people, the lower end models will be perfectly fine and downright cheap for
the heavy users of Netflix or Amazon.
The box itself is tiny, easily held in one hand. I love that it’s so small. Yes,
Apple TV is even smaller. Yes, a review of Apple TV is also coming.
Connections are straight-forward. There’s an HDMI out plug, which runs to
your TV.
Unlike Google TV, this means you’ll need a spare HDMI input on your TV.
There’s no “pass-through” capability. You can plug in an Ethernet cable, but
the Roku has built-in wireless. Plug in the power adapter, and you’re
running.

The Software Setup
Roku’s start-up screen says setup “should take less than 3 minutes.” In
reality, it took about 15, but it was still pretty painless. You select your
wireless network and enter your security details, if you’re not using a wired
connection. Once connected, you might be asked to do a software update.
That happened to me. The download went quickly, and then I went back to
the beginning of start-up, having to pick my wireless network all over again.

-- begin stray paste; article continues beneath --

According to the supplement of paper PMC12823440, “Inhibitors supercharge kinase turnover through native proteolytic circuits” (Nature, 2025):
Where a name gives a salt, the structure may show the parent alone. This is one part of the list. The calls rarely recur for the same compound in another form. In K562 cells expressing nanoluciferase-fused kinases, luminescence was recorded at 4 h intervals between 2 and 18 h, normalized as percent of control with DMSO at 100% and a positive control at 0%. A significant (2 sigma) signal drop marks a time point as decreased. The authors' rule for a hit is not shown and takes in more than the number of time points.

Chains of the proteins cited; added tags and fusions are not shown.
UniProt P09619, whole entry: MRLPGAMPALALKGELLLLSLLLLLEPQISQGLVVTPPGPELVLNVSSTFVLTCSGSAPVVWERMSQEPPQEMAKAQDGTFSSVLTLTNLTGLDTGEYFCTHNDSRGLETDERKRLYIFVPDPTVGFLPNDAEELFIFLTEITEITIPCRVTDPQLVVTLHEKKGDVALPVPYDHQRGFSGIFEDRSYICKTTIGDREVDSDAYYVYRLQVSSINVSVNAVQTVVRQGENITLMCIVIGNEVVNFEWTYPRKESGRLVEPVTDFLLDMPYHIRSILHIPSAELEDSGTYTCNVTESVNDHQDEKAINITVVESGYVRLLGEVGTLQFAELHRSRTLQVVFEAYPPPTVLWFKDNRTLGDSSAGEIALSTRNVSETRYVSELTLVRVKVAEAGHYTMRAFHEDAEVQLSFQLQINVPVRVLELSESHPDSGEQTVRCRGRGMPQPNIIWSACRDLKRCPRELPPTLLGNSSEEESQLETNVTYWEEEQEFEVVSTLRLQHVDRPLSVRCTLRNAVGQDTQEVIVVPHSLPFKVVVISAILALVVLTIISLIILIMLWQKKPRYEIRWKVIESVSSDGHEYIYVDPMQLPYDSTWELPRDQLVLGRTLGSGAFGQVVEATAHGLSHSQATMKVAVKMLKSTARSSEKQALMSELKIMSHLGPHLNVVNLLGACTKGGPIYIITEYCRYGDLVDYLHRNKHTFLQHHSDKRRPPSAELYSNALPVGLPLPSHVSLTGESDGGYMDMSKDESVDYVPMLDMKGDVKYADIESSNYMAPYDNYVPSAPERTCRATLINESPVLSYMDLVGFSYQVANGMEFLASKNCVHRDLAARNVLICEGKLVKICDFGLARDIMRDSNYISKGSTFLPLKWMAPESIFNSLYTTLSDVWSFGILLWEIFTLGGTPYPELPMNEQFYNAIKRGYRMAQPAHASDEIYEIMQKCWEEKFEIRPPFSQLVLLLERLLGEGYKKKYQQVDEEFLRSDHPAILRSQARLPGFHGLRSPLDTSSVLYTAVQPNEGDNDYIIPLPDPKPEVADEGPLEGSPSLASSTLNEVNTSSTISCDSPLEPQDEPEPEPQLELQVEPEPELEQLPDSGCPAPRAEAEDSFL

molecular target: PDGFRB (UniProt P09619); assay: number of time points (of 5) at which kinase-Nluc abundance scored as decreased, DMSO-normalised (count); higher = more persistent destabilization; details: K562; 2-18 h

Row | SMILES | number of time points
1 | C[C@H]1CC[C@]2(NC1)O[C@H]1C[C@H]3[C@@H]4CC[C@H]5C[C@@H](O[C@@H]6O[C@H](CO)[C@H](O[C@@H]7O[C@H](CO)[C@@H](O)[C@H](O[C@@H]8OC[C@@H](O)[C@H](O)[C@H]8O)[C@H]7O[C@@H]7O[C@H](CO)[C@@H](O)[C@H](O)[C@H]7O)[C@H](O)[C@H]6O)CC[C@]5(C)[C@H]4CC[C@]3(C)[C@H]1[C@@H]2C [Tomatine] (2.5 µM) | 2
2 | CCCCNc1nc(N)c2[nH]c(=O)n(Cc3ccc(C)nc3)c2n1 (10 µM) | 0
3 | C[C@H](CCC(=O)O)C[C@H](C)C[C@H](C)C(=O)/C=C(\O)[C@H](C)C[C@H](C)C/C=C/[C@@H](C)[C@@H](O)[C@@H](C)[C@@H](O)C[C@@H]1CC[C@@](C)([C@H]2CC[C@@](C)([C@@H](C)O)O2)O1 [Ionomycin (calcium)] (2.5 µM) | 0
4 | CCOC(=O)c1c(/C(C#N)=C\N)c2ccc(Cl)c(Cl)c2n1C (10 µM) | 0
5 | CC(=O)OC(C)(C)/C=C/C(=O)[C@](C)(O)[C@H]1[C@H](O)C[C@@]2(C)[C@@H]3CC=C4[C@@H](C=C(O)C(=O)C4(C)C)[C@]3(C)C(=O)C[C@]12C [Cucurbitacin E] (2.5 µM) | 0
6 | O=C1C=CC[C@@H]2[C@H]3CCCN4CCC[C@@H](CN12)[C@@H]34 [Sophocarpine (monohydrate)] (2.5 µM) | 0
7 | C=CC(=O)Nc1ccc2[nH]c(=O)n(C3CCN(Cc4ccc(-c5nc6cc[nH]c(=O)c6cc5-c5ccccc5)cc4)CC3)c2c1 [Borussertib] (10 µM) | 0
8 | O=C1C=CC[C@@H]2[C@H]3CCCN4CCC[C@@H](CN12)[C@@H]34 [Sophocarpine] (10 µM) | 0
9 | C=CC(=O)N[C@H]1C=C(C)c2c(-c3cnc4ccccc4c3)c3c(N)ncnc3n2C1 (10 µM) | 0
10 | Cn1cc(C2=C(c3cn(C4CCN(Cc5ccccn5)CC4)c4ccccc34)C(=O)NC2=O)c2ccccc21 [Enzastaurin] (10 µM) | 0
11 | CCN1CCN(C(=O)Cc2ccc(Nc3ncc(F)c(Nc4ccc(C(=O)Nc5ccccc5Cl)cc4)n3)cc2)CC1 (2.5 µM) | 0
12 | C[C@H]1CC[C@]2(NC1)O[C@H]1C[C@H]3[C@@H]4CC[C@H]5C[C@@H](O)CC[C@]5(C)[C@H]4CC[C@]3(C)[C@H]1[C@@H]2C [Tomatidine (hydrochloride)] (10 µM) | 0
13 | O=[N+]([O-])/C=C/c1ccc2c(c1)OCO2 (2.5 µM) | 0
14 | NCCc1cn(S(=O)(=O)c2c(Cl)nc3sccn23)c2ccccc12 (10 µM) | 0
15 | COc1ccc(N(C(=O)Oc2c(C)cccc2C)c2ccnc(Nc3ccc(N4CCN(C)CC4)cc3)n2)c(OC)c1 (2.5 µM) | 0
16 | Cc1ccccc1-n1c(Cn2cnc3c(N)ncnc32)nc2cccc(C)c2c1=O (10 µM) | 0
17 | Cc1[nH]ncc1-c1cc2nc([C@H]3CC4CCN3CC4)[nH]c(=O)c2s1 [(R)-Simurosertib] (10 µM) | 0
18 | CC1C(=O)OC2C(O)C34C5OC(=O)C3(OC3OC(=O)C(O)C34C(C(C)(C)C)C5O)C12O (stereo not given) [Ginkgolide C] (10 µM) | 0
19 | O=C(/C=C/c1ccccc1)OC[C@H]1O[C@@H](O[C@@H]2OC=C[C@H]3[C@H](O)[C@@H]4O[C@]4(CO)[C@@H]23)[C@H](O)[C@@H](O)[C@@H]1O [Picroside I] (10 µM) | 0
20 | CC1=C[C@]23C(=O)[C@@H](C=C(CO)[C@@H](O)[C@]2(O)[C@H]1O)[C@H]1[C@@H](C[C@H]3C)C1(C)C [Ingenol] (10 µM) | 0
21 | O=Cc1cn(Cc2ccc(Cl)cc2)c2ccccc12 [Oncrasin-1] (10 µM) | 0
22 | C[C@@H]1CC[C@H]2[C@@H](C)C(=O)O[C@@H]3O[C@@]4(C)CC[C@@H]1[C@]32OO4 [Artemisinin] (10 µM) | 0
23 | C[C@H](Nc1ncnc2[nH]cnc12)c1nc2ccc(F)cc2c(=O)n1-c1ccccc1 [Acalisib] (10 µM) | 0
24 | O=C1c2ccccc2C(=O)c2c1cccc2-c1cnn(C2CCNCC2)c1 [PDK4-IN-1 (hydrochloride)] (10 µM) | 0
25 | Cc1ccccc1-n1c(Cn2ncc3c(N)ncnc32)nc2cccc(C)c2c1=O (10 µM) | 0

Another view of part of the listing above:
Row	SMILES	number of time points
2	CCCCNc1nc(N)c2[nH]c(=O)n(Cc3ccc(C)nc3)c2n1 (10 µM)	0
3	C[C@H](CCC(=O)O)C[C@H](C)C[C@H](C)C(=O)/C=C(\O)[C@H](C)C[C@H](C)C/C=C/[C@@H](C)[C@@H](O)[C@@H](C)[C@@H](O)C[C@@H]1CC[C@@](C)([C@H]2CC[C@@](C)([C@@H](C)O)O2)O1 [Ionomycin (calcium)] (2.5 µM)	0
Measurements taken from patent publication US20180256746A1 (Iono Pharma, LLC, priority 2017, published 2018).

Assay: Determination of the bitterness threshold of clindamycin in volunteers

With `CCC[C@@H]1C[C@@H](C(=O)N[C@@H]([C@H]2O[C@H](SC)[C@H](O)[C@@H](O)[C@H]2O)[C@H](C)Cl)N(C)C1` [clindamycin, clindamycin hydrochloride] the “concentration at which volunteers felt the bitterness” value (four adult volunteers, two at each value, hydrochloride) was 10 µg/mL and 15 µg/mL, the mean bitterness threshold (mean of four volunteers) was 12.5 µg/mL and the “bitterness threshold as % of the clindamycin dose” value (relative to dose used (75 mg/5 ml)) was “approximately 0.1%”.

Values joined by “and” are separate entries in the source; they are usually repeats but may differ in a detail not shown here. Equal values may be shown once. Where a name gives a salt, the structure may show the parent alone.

But, at least the info I’d entered before was remembered.
Where Roku’s setup went wrong for me was with this screen
Link my Roku player to my Roku account? I need a Roku account? And I’ve
got to use my computer to make my Roku box start working?
OK, minor irritants. But still, I want a box to free me from depending on my
computer to access internet video. Roku promises that, but only if I went
back to my computer to link my player.
You can create an account from with Roku, but ultimately, you still need to
use a web browser on a computer or other mobile device, to link your
player. I used my iPad to do this, and it worked fine. Keep your computer or

iPad handy, by the way. You’ll need them again later. To enable your Netflix
and Amazon channels, you’ll also need to enter codes generated by Roku
into your accounts at each place, using a regular browser.
Once linked, you pick the type of TV screen you have (4:3, 16:9, HD 720p or
1080p), and then your done. Time to start watching TV! Sort of…

Roku’s Channels
From the Roku home screen, you have access to the “channels” that you’ve
selected. There are a variety of them available in the Roku “Channel Store,”
which I’ll get back to at the end of this review. But first, notice the three
default channels that have already been selected for you, listed next to the
Channel Store.
The default channels are:




Netflix
Amazon Video
Hulu Plus